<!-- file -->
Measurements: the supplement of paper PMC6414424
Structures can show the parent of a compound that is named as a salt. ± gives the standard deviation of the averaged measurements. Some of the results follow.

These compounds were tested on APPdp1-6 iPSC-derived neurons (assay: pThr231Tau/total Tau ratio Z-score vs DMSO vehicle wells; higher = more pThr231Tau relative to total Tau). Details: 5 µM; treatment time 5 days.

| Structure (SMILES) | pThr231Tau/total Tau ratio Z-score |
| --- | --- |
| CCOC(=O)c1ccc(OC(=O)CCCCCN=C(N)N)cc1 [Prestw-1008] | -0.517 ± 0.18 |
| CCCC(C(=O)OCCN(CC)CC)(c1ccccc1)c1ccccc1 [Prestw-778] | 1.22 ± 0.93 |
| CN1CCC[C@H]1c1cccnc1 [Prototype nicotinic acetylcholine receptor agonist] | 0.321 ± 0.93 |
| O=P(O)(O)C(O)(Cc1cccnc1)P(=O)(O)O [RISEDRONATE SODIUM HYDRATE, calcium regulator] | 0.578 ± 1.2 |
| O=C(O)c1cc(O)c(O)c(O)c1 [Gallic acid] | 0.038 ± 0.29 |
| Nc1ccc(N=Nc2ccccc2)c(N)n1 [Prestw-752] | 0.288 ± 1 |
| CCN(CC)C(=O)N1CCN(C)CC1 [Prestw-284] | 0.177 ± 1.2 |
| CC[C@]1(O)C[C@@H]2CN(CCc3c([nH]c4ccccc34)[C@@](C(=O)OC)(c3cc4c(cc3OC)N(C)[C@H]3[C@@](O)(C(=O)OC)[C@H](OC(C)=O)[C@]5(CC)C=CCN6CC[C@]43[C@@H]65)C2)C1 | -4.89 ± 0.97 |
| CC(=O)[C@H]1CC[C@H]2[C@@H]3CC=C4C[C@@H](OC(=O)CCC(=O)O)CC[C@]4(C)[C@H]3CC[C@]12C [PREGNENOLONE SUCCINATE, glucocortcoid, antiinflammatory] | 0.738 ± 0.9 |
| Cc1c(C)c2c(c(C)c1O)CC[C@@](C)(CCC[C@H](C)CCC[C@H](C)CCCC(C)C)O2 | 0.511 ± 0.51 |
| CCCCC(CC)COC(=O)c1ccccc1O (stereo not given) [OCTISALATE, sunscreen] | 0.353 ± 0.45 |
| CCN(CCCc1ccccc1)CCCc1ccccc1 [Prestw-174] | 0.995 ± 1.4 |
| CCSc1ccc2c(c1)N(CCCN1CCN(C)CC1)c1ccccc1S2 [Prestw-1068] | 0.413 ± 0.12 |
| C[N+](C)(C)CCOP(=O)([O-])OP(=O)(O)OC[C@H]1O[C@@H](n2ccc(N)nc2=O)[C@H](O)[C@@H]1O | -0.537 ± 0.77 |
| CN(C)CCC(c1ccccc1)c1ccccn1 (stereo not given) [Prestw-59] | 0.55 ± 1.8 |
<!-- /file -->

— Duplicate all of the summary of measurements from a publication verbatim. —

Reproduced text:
Measurements: the supplement of paper PMC6414424
Structures can show the parent of a compound that is named as a salt. ± gives the standard deviation of the averaged measurements. Some of the results follow.

These compounds were tested on APPdp1-6 iPSC-derived neurons (assay: pThr231Tau/total Tau ratio Z-score vs DMSO vehicle wells; higher = more pThr231Tau relative to total Tau). Details: 5 µM; treatment time 5 days.

| Structure (SMILES) | pThr231Tau/total Tau ratio Z-score |
| --- | --- |
| CCOC(=O)c1ccc(OC(=O)CCCCCN=C(N)N)cc1 [Prestw-1008] | -0.517 ± 0.18 |
| CCCC(C(=O)OCCN(CC)CC)(c1ccccc1)c1ccccc1 [Prestw-778] | 1.22 ± 0.93 |
| CN1CCC[C@H]1c1cccnc1 [Prototype nicotinic acetylcholine receptor agonist] | 0.321 ± 0.93 |
| O=P(O)(O)C(O)(Cc1cccnc1)P(=O)(O)O [RISEDRONATE SODIUM HYDRATE, calcium regulator] | 0.578 ± 1.2 |
| O=C(O)c1cc(O)c(O)c(O)c1 [Gallic acid] | 0.038 ± 0.29 |
| Nc1ccc(N=Nc2ccccc2)c(N)n1 [Prestw-752] | 0.288 ± 1 |
| CCN(CC)C(=O)N1CCN(C)CC1 [Prestw-284] | 0.177 ± 1.2 |
| CC[C@]1(O)C[C@@H]2CN(CCc3c([nH]c4ccccc34)[C@@](C(=O)OC)(c3cc4c(cc3OC)N(C)[C@H]3[C@@](O)(C(=O)OC)[C@H](OC(C)=O)[C@]5(CC)C=CCN6CC[C@]43[C@@H]65)C2)C1 | -4.89 ± 0.97 |
| CC(=O)[C@H]1CC[C@H]2[C@@H]3CC=C4C[C@@H](OC(=O)CCC(=O)O)CC[C@]4(C)[C@H]3CC[C@]12C [PREGNENOLONE SUCCINATE, glucocortcoid, antiinflammatory] | 0.738 ± 0.9 |
| Cc1c(C)c2c(c(C)c1O)CC[C@@](C)(CCC[C@H](C)CCC[C@H](C)CCCC(C)C)O2 | 0.511 ± 0.51 |
| CCCCC(CC)COC(=O)c1ccccc1O (stereo not given) [OCTISALATE, sunscreen] | 0.353 ± 0.45 |
| CCN(CCCc1ccccc1)CCCc1ccccc1 [Prestw-174] | 0.995 ± 1.4 |
| CCSc1ccc2c(c1)N(CCCN1CCN(C)CC1)c1ccccc1S2 [Prestw-1068] | 0.413 ± 0.12 |
| C[N+](C)(C)CCOP(=O)([O-])OP(=O)(O)OC[C@H]1O[C@@H](n2ccc(N)nc2=O)[C@H](O)[C@@H]1O | -0.537 ± 0.77 |
| CN(C)CCC(c1ccccc1)c1ccccn1 (stereo not given) [Prestw-59] | 0.55 ± 1.8 |